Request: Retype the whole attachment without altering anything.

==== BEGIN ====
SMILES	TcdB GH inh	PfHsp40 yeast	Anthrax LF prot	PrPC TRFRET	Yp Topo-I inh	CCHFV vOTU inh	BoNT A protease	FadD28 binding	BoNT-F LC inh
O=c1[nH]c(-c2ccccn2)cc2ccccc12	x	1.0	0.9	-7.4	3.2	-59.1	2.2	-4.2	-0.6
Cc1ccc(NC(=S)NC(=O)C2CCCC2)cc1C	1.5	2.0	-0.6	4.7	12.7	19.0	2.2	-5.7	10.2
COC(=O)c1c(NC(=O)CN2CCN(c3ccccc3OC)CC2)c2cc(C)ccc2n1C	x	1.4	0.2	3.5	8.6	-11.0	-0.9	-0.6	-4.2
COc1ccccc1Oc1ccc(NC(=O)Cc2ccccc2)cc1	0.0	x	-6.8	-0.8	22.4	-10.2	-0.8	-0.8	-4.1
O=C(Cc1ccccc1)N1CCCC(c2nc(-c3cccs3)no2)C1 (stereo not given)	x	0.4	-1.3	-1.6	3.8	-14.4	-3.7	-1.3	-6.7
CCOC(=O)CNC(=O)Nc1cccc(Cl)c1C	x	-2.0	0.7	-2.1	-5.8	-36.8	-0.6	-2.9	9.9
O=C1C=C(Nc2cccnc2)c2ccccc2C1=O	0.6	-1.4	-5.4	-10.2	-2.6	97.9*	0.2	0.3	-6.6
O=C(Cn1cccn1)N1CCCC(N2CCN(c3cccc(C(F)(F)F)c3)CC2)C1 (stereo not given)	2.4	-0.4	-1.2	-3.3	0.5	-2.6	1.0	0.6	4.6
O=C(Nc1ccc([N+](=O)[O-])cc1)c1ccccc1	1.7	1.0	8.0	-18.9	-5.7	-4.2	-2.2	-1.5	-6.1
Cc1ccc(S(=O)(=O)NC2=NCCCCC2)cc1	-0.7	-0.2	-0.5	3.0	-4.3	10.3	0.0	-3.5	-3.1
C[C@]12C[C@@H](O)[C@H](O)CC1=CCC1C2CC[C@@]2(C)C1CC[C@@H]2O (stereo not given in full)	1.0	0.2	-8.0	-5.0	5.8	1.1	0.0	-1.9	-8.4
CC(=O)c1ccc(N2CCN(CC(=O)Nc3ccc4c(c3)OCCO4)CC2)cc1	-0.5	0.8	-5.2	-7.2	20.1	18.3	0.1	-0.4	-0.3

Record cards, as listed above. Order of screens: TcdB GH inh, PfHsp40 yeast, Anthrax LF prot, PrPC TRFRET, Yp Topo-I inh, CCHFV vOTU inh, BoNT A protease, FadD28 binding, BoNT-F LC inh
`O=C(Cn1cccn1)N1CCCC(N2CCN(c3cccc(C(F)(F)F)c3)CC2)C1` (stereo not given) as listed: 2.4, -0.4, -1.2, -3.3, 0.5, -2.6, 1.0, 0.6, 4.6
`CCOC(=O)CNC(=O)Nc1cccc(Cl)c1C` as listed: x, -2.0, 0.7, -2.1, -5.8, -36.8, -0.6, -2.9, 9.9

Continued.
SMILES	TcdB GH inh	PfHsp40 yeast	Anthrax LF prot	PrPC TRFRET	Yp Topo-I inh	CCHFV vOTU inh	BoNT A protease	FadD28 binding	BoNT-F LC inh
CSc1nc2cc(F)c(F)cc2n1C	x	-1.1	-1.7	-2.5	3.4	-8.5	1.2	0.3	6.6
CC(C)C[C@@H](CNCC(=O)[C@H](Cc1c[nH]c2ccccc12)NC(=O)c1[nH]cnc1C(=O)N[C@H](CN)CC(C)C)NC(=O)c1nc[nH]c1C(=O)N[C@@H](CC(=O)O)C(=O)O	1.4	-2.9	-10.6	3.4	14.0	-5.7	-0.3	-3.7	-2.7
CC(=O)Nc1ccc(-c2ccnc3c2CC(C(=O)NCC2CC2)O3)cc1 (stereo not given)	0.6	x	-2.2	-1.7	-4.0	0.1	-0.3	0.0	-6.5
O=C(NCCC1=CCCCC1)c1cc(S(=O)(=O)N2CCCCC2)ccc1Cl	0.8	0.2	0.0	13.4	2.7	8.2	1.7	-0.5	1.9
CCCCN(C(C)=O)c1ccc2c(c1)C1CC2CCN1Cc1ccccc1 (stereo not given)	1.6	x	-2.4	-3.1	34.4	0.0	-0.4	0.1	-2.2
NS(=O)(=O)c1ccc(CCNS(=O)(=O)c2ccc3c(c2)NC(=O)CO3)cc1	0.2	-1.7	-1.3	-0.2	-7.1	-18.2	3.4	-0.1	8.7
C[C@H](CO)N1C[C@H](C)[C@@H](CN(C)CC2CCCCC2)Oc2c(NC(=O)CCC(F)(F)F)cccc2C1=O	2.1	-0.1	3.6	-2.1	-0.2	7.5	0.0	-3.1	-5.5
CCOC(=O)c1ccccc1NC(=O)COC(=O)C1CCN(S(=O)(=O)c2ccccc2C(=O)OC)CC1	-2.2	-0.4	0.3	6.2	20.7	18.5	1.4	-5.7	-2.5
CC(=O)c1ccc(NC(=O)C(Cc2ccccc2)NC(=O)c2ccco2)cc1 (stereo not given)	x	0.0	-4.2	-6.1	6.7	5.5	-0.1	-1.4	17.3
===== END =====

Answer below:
SMILES	TcdB GH inh	PfHsp40 yeast	Anthrax LF prot	PrPC TRFRET	Yp Topo-I inh	CCHFV vOTU inh	BoNT A protease	FadD28 binding	BoNT-F LC inh
O=c1[nH]c(-c2ccccn2)cc2ccccc12	x	1.0	0.9	-7.4	3.2	-59.1	2.2	-4.2	-0.6
Cc1ccc(NC(=S)NC(=O)C2CCCC2)cc1C	1.5	2.0	-0.6	4.7	12.7	19.0	2.2	-5.7	10.2
COC(=O)c1c(NC(=O)CN2CCN(c3ccccc3OC)CC2)c2cc(C)ccc2n1C	x	1.4	0.2	3.5	8.6	-11.0	-0.9	-0.6	-4.2
COc1ccccc1Oc1ccc(NC(=O)Cc2ccccc2)cc1	0.0	x	-6.8	-0.8	22.4	-10.2	-0.8	-0.8	-4.1
O=C(Cc1ccccc1)N1CCCC(c2nc(-c3cccs3)no2)C1 (stereo not given)	x	0.4	-1.3	-1.6	3.8	-14.4	-3.7	-1.3	-6.7
CCOC(=O)CNC(=O)Nc1cccc(Cl)c1C	x	-2.0	0.7	-2.1	-5.8	-36.8	-0.6	-2.9	9.9
O=C1C=C(Nc2cccnc2)c2ccccc2C1=O	0.6	-1.4	-5.4	-10.2	-2.6	97.9*	0.2	0.3	-6.6
O=C(Cn1cccn1)N1CCCC(N2CCN(c3cccc(C(F)(F)F)c3)CC2)C1 (stereo not given)	2.4	-0.4	-1.2	-3.3	0.5	-2.6	1.0	0.6	4.6
O=C(Nc1ccc([N+](=O)[O-])cc1)c1ccccc1	1.7	1.0	8.0	-18.9	-5.7	-4.2	-2.2	-1.5	-6.1
Cc1ccc(S(=O)(=O)NC2=NCCCCC2)cc1	-0.7	-0.2	-0.5	3.0	-4.3	10.3	0.0	-3.5	-3.1
C[C@]12C[C@@H](O)[C@H](O)CC1=CCC1C2CC[C@@]2(C)C1CC[C@@H]2O (stereo not given in full)	1.0	0.2	-8.0	-5.0	5.8	1.1	0.0	-1.9	-8.4
CC(=O)c1ccc(N2CCN(CC(=O)Nc3ccc4c(c3)OCCO4)CC2)cc1	-0.5	0.8	-5.2	-7.2	20.1	18.3	0.1	-0.4	-0.3

Record cards, as listed above. Order of screens: TcdB GH inh, PfHsp40 yeast, Anthrax LF prot, PrPC TRFRET, Yp Topo-I inh, CCHFV vOTU inh, BoNT A protease, FadD28 binding, BoNT-F LC inh
`O=C(Cn1cccn1)N1CCCC(N2CCN(c3cccc(C(F)(F)F)c3)CC2)C1` (stereo not given) as listed: 2.4, -0.4, -1.2, -3.3, 0.5, -2.6, 1.0, 0.6, 4.6
`CCOC(=O)CNC(=O)Nc1cccc(Cl)c1C` as listed: x, -2.0, 0.7, -2.1, -5.8, -36.8, -0.6, -2.9, 9.9

Continued.
SMILES	TcdB GH inh	PfHsp40 yeast	Anthrax LF prot	PrPC TRFRET	Yp Topo-I inh	CCHFV vOTU inh	BoNT A protease	FadD28 binding	BoNT-F LC inh
CSc1nc2cc(F)c(F)cc2n1C	x	-1.1	-1.7	-2.5	3.4	-8.5	1.2	0.3	6.6
CC(C)C[C@@H](CNCC(=O)[C@H](Cc1c[nH]c2ccccc12)NC(=O)c1[nH]cnc1C(=O)N[C@H](CN)CC(C)C)NC(=O)c1nc[nH]c1C(=O)N[C@@H](CC(=O)O)C(=O)O	1.4	-2.9	-10.6	3.4	14.0	-5.7	-0.3	-3.7	-2.7
CC(=O)Nc1ccc(-c2ccnc3c2CC(C(=O)NCC2CC2)O3)cc1 (stereo not given)	0.6	x	-2.2	-1.7	-4.0	0.1	-0.3	0.0	-6.5
O=C(NCCC1=CCCCC1)c1cc(S(=O)(=O)N2CCCCC2)ccc1Cl	0.8	0.2	0.0	13.4	2.7	8.2	1.7	-0.5	1.9
CCCCN(C(C)=O)c1ccc2c(c1)C1CC2CCN1Cc1ccccc1 (stereo not given)	1.6	x	-2.4	-3.1	34.4	0.0	-0.4	0.1	-2.2
NS(=O)(=O)c1ccc(CCNS(=O)(=O)c2ccc3c(c2)NC(=O)CO3)cc1	0.2	-1.7	-1.3	-0.2	-7.1	-18.2	3.4	-0.1	8.7
C[C@H](CO)N1C[C@H](C)[C@@H](CN(C)CC2CCCCC2)Oc2c(NC(=O)CCC(F)(F)F)cccc2C1=O	2.1	-0.1	3.6	-2.1	-0.2	7.5	0.0	-3.1	-5.5
CCOC(=O)c1ccccc1NC(=O)COC(=O)C1CCN(S(=O)(=O)c2ccccc2C(=O)OC)CC1	-2.2	-0.4	0.3	6.2	20.7	18.5	1.4	-5.7	-2.5
CC(=O)c1ccc(NC(=O)C(Cc2ccccc2)NC(=O)c2ccco2)cc1 (stereo not given)	x	0.0	-4.2	-6.1	6.7	5.5	-0.1	-1.4	17.3